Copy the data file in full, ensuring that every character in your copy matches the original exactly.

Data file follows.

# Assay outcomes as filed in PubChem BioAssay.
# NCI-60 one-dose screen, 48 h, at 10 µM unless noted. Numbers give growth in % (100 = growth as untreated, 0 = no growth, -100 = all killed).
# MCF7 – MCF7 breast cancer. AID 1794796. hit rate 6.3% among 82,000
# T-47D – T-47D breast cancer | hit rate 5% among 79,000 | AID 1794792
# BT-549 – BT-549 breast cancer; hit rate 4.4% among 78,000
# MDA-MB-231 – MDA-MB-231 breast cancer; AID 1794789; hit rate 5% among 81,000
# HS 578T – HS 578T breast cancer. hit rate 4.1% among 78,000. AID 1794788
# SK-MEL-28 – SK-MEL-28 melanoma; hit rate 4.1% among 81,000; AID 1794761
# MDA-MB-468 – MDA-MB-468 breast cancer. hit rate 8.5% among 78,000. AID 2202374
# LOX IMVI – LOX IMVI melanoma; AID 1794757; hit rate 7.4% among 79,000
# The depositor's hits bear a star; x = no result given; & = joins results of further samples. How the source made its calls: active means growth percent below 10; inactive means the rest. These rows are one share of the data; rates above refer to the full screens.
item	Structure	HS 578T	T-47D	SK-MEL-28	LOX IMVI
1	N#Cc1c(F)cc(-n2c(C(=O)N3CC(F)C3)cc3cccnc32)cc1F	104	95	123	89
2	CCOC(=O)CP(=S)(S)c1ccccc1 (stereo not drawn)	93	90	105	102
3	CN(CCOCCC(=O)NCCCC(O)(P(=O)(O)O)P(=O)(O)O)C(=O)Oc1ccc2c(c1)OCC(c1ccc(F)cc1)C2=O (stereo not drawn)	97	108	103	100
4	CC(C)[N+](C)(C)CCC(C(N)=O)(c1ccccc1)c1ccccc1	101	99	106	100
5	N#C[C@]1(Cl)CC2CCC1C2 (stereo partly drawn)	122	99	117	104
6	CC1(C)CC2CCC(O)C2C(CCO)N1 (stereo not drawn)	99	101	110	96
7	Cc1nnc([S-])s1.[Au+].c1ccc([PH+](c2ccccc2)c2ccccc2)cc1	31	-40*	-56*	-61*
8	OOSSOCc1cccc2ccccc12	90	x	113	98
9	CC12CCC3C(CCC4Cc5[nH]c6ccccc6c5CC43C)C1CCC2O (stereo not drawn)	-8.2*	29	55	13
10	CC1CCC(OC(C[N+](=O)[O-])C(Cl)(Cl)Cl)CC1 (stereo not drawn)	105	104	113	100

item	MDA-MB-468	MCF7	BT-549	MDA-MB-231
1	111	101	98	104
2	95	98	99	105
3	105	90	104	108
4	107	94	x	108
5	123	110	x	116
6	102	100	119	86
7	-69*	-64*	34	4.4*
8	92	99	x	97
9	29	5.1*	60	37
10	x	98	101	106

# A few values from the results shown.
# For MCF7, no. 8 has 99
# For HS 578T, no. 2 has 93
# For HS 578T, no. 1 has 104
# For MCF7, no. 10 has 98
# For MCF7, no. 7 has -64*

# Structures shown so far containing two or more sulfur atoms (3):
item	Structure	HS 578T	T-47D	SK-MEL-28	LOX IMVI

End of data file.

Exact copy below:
# Assay outcomes as filed in PubChem BioAssay.
# NCI-60 one-dose screen, 48 h, at 10 µM unless noted. Numbers give growth in % (100 = growth as untreated, 0 = no growth, -100 = all killed).
# MCF7 – MCF7 breast cancer. AID 1794796. hit rate 6.3% among 82,000
# T-47D – T-47D breast cancer | hit rate 5% among 79,000 | AID 1794792
# BT-549 – BT-549 breast cancer; hit rate 4.4% among 78,000
# MDA-MB-231 – MDA-MB-231 breast cancer; AID 1794789; hit rate 5% among 81,000
# HS 578T – HS 578T breast cancer. hit rate 4.1% among 78,000. AID 1794788
# SK-MEL-28 – SK-MEL-28 melanoma; hit rate 4.1% among 81,000; AID 1794761
# MDA-MB-468 – MDA-MB-468 breast cancer. hit rate 8.5% among 78,000. AID 2202374
# LOX IMVI – LOX IMVI melanoma; AID 1794757; hit rate 7.4% among 79,000
# The depositor's hits bear a star; x = no result given; & = joins results of further samples. How the source made its calls: active means growth percent below 10; inactive means the rest. These rows are one share of the data; rates above refer to the full screens.
item	Structure	HS 578T	T-47D	SK-MEL-28	LOX IMVI
1	N#Cc1c(F)cc(-n2c(C(=O)N3CC(F)C3)cc3cccnc32)cc1F	104	95	123	89
2	CCOC(=O)CP(=S)(S)c1ccccc1 (stereo not drawn)	93	90	105	102
3	CN(CCOCCC(=O)NCCCC(O)(P(=O)(O)O)P(=O)(O)O)C(=O)Oc1ccc2c(c1)OCC(c1ccc(F)cc1)C2=O (stereo not drawn)	97	108	103	100
4	CC(C)[N+](C)(C)CCC(C(N)=O)(c1ccccc1)c1ccccc1	101	99	106	100
5	N#C[C@]1(Cl)CC2CCC1C2 (stereo partly drawn)	122	99	117	104
6	CC1(C)CC2CCC(O)C2C(CCO)N1 (stereo not drawn)	99	101	110	96
7	Cc1nnc([S-])s1.[Au+].c1ccc([PH+](c2ccccc2)c2ccccc2)cc1	31	-40*	-56*	-61*
8	OOSSOCc1cccc2ccccc12	90	x	113	98
9	CC12CCC3C(CCC4Cc5[nH]c6ccccc6c5CC43C)C1CCC2O (stereo not drawn)	-8.2*	29	55	13
10	CC1CCC(OC(C[N+](=O)[O-])C(Cl)(Cl)Cl)CC1 (stereo not drawn)	105	104	113	100

item	MDA-MB-468	MCF7	BT-549	MDA-MB-231
1	111	101	98	104
2	95	98	99	105
3	105	90	104	108
4	107	94	x	108
5	123	110	x	116
6	102	100	119	86
7	-69*	-64*	34	4.4*
8	92	99	x	97
9	29	5.1*	60	37
10	x	98	101	106

# A few values from the results shown.
# For MCF7, no. 8 has 99
# For HS 578T, no. 2 has 93
# For HS 578T, no. 1 has 104
# For MCF7, no. 10 has 98
# For MCF7, no. 7 has -64*

# Structures shown so far containing two or more sulfur atoms (3):
item	Structure	HS 578T	T-47D	SK-MEL-28	LOX IMVI